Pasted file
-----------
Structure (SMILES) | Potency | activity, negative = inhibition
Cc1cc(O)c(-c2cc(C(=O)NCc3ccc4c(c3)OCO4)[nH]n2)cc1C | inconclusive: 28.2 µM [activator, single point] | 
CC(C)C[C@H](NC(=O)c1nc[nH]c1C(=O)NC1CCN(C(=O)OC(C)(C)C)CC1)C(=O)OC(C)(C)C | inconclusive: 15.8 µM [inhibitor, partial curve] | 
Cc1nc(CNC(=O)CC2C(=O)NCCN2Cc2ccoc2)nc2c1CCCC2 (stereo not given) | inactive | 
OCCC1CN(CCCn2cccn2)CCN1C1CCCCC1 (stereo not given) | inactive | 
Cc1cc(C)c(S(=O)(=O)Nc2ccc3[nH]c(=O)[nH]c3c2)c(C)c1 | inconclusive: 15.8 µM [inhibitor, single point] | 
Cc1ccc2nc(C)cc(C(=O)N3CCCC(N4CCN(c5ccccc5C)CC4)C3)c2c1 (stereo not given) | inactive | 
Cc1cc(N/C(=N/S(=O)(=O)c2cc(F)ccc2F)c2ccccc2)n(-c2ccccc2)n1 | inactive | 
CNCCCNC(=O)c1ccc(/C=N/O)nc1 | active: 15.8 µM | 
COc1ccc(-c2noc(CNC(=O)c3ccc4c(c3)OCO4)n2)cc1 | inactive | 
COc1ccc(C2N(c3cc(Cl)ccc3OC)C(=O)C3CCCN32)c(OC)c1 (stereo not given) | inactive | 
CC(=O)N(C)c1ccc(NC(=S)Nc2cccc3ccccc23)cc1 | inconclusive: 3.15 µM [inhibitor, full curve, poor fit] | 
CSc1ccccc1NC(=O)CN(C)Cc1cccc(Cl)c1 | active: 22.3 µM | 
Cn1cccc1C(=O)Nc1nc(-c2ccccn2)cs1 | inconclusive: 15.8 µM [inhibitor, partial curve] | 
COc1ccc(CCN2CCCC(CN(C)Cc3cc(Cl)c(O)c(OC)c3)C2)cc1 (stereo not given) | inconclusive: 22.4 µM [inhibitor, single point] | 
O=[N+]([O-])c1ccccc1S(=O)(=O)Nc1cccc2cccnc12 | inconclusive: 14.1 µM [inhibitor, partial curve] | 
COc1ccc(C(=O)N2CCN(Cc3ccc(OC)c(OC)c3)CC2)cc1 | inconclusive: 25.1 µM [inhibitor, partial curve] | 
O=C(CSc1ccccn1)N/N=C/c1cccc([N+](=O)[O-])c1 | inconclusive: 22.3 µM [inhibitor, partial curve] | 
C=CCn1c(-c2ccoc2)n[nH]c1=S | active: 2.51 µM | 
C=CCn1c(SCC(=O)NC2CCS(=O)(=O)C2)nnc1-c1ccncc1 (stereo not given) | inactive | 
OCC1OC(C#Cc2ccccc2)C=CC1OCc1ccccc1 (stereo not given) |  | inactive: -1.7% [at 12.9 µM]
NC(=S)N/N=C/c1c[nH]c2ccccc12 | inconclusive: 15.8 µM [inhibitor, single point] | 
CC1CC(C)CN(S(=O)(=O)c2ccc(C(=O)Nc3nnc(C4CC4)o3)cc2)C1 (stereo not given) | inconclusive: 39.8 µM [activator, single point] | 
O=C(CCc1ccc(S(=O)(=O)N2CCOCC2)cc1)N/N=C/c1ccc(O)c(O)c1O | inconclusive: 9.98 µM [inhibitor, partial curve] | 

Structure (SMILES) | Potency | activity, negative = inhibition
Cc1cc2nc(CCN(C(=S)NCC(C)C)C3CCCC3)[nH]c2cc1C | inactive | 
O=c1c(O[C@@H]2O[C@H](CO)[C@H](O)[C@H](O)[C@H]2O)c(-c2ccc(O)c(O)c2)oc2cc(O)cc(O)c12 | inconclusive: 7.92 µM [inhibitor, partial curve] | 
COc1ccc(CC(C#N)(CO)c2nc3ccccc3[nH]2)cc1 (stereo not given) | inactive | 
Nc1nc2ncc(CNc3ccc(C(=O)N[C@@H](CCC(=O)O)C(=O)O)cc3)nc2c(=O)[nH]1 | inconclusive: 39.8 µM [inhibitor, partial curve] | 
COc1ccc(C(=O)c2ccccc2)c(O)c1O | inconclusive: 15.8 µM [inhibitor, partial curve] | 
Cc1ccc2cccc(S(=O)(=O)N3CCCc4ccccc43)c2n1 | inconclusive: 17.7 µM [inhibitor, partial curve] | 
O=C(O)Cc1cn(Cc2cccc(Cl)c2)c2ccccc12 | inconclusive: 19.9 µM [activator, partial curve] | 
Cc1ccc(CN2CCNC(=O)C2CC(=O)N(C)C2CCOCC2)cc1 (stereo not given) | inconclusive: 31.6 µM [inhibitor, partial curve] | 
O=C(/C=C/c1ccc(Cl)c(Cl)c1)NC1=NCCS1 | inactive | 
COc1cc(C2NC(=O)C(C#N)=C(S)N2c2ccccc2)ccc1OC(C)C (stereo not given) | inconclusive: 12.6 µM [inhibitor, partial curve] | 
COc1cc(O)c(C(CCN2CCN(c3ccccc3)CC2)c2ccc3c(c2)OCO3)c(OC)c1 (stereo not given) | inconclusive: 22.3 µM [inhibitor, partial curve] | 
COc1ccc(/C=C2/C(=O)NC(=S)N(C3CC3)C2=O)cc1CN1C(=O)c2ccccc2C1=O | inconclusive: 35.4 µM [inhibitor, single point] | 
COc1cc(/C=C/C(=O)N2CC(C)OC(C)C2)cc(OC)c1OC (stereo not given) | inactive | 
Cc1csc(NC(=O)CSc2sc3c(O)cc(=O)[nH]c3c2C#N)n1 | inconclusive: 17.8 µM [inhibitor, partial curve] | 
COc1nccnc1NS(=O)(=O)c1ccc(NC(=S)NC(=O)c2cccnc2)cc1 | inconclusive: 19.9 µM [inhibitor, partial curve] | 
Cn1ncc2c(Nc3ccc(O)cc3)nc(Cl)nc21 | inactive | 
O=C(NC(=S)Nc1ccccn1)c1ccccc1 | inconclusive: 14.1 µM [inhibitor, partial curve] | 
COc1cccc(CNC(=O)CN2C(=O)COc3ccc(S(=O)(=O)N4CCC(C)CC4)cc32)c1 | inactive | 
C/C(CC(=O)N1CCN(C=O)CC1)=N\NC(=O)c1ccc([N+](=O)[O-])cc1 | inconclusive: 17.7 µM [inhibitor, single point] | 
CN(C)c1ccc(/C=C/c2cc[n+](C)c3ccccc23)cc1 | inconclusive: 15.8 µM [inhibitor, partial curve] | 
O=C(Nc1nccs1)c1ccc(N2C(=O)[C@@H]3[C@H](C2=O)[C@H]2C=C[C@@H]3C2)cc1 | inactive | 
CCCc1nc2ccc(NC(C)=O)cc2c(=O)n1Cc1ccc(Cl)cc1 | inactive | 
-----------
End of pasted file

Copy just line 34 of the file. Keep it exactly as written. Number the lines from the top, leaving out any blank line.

O=C(/C=C/c1ccc(Cl)c(Cl)c1)NC1=NCCS1 | inactive | 